John Coltrane - My Favorite Things [I think that the rendition of the title track on this album is one of the most important recordings in the still quite brief history of recorded music on our planet. It is simply an essential part of our musical heritage.]

John Coltrane - Crescent [One of my favorite John Coltrane records. This one often gets overlooked in his quite vast discography.]

Keith Jarrett - The Köln Concert [One of my personal top 10 albums of all time. I'm not religious, but this album simply sounds like god descended from heaven and played an hour for us.]

Mahavishnu Orchestra - The Inner Mounting Flame [One of THE classic fusion albums and something a fan of progressive rock might find it easy to get into.]

Miles Davis - A Tribute to Jack Johnson [Another fusion record a rock fan shouldn't necessarily have too much trouble getting into. I enjoyed this record long before the world of jazz opened to me.]

Pete La Roca - Basra

Wayne Shorter - Juju

 

More demanding must-hear albums

 

Eric Dolphy - Out to Lunch! [One of the greatest pieces of music ever recorded.]

John Coltrane - A Love Supreme

Miles Davis - Bitches Brew

 

Vocal jazz

 

Diana Krall - Live in Paris [You mentioned Diana Krall, but in case you haven't heard this one.]

Patricia Barber - Café Blue

Patricia Barber - Modern Cool

 

More modern jazz records

 

E.S.T. (Esbjörn Svensson Trio) - Viaticum

 

Hilary Hahn & Hauschka - Silfra [I'm not sure if this can be called strictly a jazz album, but it is completely improvised and blurs the line between classical and jazz. Also one of the best sounding albums I've heard in my life.]

 

Hiromi - Another Mind [Also search YouTube for videos of her performing live. It is seldom that you will find a person as joyous and full of life as this girl.]

 

Iiro Rantala - Lost Heroes [Only some sections contain improvisation, but an album well worth hearing. "Tears for Esbjörn" is dedicated to fellow jazz pianist Esbjörn Svensson who passed away and was Iiro's good friend. Iiro has said that he was depressed for a long time after his friend's passing and it had a large impact on his music.]

 

 

Iiro Rantala New Trio - Elmo [Just watch the video and you'll understand why this is not your typical jazz trio.]

 

Pekka Kuusisto & Iiro Rantala - Subterráneo

 

Portico Quartet - Isla

 

 

And there you have it. If that seems like a lot, trust me, it isn't really in the grand scheme of things.

post #9 of 778
Quote:
Originally Posted by Hijodelbrx View Post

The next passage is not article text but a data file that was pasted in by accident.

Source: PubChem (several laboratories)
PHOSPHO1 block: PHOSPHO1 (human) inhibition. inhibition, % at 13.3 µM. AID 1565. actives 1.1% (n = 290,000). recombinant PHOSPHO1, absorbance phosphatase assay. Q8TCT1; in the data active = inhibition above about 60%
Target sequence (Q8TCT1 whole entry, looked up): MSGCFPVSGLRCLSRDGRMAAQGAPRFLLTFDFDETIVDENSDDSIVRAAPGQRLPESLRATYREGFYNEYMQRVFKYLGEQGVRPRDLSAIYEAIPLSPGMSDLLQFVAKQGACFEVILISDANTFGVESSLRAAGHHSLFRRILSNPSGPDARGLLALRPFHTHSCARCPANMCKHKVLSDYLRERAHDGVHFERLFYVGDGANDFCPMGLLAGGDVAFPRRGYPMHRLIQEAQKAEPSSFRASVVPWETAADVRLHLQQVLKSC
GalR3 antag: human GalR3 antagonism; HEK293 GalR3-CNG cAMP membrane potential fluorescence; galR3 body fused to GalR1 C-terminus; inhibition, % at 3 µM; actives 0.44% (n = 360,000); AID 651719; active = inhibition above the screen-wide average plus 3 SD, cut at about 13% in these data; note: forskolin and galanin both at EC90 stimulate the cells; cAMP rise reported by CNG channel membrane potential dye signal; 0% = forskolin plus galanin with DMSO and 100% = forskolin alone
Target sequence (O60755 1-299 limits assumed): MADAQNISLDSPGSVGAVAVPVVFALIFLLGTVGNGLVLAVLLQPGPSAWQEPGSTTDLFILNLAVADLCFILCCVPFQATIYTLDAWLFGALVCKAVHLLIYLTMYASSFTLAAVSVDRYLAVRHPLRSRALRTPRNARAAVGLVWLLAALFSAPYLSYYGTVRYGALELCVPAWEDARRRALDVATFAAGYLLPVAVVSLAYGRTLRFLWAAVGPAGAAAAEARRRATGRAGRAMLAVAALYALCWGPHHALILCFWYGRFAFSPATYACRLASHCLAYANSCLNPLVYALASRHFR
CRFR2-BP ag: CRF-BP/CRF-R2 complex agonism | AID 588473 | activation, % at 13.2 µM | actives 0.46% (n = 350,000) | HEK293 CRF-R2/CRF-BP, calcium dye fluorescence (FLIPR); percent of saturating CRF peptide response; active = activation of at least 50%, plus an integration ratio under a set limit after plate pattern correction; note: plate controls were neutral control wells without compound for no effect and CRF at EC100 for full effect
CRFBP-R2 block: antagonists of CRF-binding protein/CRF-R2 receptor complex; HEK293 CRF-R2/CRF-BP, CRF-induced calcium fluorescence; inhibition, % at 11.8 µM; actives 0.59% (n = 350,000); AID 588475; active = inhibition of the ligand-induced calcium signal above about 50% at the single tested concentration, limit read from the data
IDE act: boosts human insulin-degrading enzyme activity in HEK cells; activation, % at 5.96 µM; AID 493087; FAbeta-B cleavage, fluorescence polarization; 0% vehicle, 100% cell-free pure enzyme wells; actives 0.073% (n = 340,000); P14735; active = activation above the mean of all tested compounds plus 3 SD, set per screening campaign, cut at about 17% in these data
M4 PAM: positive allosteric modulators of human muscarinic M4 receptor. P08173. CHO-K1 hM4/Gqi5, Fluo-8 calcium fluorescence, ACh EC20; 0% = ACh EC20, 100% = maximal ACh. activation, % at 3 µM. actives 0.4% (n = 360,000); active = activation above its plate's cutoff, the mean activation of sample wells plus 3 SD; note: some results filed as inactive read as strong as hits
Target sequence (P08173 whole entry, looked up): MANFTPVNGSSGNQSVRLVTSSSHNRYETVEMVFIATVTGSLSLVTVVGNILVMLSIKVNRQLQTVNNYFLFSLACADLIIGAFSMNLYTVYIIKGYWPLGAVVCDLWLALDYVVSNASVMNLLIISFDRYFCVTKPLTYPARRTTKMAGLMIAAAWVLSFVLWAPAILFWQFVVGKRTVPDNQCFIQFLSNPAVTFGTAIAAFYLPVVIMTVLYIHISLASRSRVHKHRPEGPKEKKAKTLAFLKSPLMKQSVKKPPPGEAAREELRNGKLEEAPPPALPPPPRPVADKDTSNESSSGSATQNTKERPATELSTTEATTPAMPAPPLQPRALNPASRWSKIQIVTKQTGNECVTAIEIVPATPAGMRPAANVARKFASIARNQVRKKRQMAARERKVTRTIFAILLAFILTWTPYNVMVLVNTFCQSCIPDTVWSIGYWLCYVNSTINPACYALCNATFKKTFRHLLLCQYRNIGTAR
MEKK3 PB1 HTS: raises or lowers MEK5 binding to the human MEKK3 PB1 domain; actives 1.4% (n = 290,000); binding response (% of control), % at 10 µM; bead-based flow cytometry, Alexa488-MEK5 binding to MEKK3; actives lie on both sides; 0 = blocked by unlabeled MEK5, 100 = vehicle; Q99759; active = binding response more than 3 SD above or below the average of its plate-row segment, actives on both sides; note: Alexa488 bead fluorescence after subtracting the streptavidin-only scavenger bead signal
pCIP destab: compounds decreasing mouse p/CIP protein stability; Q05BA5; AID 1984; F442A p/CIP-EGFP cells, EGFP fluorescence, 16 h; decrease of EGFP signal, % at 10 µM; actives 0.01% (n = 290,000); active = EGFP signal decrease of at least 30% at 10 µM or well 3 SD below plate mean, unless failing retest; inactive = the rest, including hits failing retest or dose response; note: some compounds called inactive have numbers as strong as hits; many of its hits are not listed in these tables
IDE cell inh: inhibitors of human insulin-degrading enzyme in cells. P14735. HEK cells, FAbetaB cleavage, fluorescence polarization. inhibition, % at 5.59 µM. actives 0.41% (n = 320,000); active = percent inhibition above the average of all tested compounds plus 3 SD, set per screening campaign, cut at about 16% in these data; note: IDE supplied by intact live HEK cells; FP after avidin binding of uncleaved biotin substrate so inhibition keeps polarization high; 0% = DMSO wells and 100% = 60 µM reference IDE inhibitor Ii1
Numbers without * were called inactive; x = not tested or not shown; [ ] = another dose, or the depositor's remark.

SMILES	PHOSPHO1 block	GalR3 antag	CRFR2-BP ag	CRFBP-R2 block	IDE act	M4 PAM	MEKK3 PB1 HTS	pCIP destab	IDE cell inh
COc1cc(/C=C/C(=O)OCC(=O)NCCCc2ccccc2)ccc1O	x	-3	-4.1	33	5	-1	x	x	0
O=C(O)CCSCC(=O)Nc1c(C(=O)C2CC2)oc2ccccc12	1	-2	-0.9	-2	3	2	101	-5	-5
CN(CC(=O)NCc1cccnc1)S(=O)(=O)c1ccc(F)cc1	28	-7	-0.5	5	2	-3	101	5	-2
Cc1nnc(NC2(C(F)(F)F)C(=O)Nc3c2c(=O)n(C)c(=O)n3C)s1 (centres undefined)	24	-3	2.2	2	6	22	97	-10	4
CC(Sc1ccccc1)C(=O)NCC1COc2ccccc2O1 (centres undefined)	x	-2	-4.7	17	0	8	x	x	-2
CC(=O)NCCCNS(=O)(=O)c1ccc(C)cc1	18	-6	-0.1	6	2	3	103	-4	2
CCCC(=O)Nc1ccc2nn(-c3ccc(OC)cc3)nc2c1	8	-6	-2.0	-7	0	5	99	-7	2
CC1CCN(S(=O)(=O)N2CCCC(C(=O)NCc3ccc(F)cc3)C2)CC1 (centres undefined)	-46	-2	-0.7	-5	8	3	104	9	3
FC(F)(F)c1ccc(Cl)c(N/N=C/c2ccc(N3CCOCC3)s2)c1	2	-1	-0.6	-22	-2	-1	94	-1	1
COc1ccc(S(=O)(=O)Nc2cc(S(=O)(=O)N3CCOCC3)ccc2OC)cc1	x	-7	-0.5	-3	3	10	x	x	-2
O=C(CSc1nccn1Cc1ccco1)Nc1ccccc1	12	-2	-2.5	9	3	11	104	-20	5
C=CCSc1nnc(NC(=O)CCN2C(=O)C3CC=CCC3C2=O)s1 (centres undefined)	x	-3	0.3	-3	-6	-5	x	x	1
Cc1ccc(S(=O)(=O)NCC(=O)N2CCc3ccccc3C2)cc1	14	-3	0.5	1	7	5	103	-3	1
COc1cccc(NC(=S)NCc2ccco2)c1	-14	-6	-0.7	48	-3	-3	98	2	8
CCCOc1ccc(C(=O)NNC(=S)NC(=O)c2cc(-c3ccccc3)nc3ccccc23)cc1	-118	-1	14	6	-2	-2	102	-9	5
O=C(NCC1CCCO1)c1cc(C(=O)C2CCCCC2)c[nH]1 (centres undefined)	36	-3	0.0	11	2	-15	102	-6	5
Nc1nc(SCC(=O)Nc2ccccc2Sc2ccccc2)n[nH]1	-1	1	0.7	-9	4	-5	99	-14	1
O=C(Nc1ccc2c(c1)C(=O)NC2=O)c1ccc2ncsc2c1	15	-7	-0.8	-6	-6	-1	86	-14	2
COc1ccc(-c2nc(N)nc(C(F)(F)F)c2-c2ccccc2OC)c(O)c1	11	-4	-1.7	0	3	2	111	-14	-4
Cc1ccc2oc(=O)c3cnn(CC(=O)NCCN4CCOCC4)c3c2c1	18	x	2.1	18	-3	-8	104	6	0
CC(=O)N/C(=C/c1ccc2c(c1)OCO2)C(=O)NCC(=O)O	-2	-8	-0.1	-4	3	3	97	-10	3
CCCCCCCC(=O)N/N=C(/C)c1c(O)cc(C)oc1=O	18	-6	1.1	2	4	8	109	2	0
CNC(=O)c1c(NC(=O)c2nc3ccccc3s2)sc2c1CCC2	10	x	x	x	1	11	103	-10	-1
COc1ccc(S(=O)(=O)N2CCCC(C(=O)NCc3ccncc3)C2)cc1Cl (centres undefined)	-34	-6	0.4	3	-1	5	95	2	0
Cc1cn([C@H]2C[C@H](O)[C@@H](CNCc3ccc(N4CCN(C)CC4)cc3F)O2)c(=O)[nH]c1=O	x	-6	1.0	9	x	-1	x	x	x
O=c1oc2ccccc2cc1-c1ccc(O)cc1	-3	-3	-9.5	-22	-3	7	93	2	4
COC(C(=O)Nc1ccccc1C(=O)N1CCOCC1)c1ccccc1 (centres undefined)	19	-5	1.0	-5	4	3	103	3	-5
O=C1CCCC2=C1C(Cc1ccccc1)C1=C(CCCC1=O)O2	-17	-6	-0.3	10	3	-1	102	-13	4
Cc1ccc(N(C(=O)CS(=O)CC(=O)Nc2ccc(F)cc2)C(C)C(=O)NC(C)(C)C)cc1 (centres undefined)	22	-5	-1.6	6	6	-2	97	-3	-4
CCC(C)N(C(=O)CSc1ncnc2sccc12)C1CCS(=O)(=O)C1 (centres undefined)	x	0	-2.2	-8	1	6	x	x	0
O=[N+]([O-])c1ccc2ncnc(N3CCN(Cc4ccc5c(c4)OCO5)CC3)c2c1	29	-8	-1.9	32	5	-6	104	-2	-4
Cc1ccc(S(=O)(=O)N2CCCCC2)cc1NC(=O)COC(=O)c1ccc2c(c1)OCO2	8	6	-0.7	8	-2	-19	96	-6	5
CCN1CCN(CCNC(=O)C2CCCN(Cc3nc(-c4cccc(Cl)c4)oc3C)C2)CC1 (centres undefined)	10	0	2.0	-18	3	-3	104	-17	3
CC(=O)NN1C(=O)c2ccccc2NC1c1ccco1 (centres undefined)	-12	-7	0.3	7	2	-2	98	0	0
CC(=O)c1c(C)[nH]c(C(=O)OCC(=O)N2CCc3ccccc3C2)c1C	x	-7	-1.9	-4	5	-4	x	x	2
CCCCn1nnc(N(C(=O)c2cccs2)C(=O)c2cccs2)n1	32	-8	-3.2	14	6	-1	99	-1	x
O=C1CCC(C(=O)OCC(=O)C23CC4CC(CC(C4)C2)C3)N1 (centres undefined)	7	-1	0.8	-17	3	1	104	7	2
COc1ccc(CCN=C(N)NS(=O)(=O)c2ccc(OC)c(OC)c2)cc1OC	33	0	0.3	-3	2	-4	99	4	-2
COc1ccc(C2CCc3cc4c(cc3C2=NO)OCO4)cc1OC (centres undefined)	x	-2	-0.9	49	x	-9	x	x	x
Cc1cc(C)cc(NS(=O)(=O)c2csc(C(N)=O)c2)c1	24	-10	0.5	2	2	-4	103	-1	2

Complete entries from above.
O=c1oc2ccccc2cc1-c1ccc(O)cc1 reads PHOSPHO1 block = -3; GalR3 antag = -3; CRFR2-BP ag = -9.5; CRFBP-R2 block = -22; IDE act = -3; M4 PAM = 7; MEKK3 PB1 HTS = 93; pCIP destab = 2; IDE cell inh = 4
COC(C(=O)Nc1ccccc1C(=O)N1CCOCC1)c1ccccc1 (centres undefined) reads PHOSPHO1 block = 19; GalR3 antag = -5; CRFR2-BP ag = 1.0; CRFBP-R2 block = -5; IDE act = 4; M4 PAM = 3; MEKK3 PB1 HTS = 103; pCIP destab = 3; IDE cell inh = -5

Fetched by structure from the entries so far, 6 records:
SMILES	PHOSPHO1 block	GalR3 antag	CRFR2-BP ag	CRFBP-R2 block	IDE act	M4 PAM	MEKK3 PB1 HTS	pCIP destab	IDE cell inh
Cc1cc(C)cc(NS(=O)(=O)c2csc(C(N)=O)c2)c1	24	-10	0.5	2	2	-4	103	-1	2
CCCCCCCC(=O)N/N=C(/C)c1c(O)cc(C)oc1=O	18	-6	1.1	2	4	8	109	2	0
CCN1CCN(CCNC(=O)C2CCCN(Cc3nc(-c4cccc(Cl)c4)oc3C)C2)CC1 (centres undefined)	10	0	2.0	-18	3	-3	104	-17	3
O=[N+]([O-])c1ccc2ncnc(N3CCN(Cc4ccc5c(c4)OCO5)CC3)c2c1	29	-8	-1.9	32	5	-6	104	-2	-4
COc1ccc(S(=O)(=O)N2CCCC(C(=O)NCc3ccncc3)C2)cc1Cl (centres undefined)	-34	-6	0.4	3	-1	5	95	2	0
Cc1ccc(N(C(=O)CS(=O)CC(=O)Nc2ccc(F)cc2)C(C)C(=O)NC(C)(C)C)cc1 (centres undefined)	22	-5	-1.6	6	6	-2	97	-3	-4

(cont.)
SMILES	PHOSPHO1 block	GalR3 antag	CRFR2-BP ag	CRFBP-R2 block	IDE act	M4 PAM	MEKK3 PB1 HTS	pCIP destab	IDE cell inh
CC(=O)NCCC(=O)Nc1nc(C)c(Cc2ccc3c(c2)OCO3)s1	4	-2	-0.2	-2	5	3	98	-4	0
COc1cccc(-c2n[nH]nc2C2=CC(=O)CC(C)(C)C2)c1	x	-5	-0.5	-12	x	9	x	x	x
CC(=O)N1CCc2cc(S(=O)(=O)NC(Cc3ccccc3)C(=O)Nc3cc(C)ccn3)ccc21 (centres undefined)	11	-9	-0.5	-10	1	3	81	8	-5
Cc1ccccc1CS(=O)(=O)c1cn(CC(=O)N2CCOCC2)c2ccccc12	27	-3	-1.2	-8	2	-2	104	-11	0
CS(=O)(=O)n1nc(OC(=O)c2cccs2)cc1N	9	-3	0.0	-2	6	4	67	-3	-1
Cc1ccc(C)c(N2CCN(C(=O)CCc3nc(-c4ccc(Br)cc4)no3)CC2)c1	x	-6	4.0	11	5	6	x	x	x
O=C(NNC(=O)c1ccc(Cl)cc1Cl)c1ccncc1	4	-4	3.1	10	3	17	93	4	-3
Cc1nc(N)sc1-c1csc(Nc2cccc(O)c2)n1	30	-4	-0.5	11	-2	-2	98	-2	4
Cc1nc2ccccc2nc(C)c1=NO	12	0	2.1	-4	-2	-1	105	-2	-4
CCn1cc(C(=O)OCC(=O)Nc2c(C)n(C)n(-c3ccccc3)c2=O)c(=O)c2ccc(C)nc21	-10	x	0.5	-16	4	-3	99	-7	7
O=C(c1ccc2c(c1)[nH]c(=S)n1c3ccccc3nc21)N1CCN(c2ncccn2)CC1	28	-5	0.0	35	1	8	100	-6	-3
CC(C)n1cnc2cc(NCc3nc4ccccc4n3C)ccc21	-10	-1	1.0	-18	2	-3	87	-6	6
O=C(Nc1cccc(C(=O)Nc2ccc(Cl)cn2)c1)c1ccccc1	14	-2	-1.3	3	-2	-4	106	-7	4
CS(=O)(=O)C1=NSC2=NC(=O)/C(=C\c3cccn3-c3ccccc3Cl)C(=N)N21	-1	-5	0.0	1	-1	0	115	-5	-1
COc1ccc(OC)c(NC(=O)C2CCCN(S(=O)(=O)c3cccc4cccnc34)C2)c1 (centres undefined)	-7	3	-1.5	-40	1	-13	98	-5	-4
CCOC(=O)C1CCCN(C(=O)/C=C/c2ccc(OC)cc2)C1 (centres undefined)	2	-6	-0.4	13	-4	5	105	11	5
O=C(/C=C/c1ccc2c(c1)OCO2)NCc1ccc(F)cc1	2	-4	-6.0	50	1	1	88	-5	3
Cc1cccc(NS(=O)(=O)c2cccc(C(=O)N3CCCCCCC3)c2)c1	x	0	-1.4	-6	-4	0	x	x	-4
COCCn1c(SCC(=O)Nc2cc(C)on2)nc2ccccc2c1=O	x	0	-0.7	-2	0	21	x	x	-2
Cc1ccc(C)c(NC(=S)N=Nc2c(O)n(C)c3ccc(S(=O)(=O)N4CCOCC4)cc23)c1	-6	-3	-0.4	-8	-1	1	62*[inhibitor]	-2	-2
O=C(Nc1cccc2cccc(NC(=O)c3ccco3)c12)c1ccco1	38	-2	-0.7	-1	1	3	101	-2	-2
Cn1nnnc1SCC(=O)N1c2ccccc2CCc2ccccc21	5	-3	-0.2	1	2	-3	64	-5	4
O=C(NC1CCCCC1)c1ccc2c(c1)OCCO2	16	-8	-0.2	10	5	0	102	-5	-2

OK, you guys are gonna thank me later!;) 

 

I'm thanking you NOW!

 

These guys are awesome.

post #10 of 778

Here's some additional artists. Sorry if they have been mentioned already. I Wish i could create columns, but I can't. This list should keep you busy for a long time :)

 

Anna Marie Jopek

Bill Evans

Billie Holiday

Brad Mehldau Trio

Cannonball Adderly

Cassandra Wilson

Charles Mingus

Charlie Parker

Chris Botti

Claire Martin

Coleman Hawkins

Count Basie

Dave Brubeck

David Sanborn

Duke Ellington

Ella Fitzgerald

Eric Dolphy

Freddie Hubbard

George Benson

Grant Green

Grover Washington Jr.

Hank Mobley

Herbie Hancock

Hiromi

Horace Silver

Jaco Pastorius

Jaques Loussier

Joe Harriot

Joe Henderson

Joe Lovano

Joe Zawinul

John Abercrombie

John Coltrane

John McLaughlin

John Scofield

Joyce Cooling

Karrin Allyson

Keiko Matsui

Keith Jarrett

Kenny G

Lee Morgan

Lee Ritenour

Lou Donaldson

Louis Armstrong

Madeleine Peyroux

Manhattan Jazz Quintet

Marion Meadows

Melody Gardot

Michael Brecker

Michael Buble

Nina Simone

Pat Metheny

Patricia Barber

Paul Taylor

Rebecca Pidgeon

Richard Bona

Ruby Braff

Russ Freeman

Sade

Sarah Vaughan

Wayne Shorter

Sonny Rollins

Spyro Gyra

Squirrel Nut Zippers

Stan Getz

Stanley Clarke

Stanley Turrentine

The Modern Jazz Quintet

The Peter Malick Group

Thelonius Monk

Valerie Joyce

Van Morrison

Weather Report 

Wes Montgomery

post #11 of 778
Thread Starter 

thanks guys. this should keep my busy.

post #12 of 778

Given that you like female singers, find some greatest hits from Ella Fitzgerald, Billie Holiday.

post #13 of 778

I also have been on a mission to learn more about jazz. I figure you may be interested, so a heads up that edX will offer a new course from The University of Texas at Austin starting Jan.21, 2014. It's entitled Jazz Appreciation. Here's a link to the course's intro video:

 


Edited by HONEYBOY - 12/3/13 at 10:37am
post #14 of 778

Here's a simple little 'trick' that might help when listening to Jazz.  If any of you are like me, you've 'air-guitared/drummed'.  When listening to Jazz, try 'air'ing along with ANY of the instruments.  You haven't 'aired' 'til you do Coltrane!!;)

post #15 of 778
Go to your local library and check out the Ken Burns PBS documentary Jazz. While not perfect, it is an excellent place to start. It used to be on Netflix but I don't know if it still is since I'm no longer a subscriber.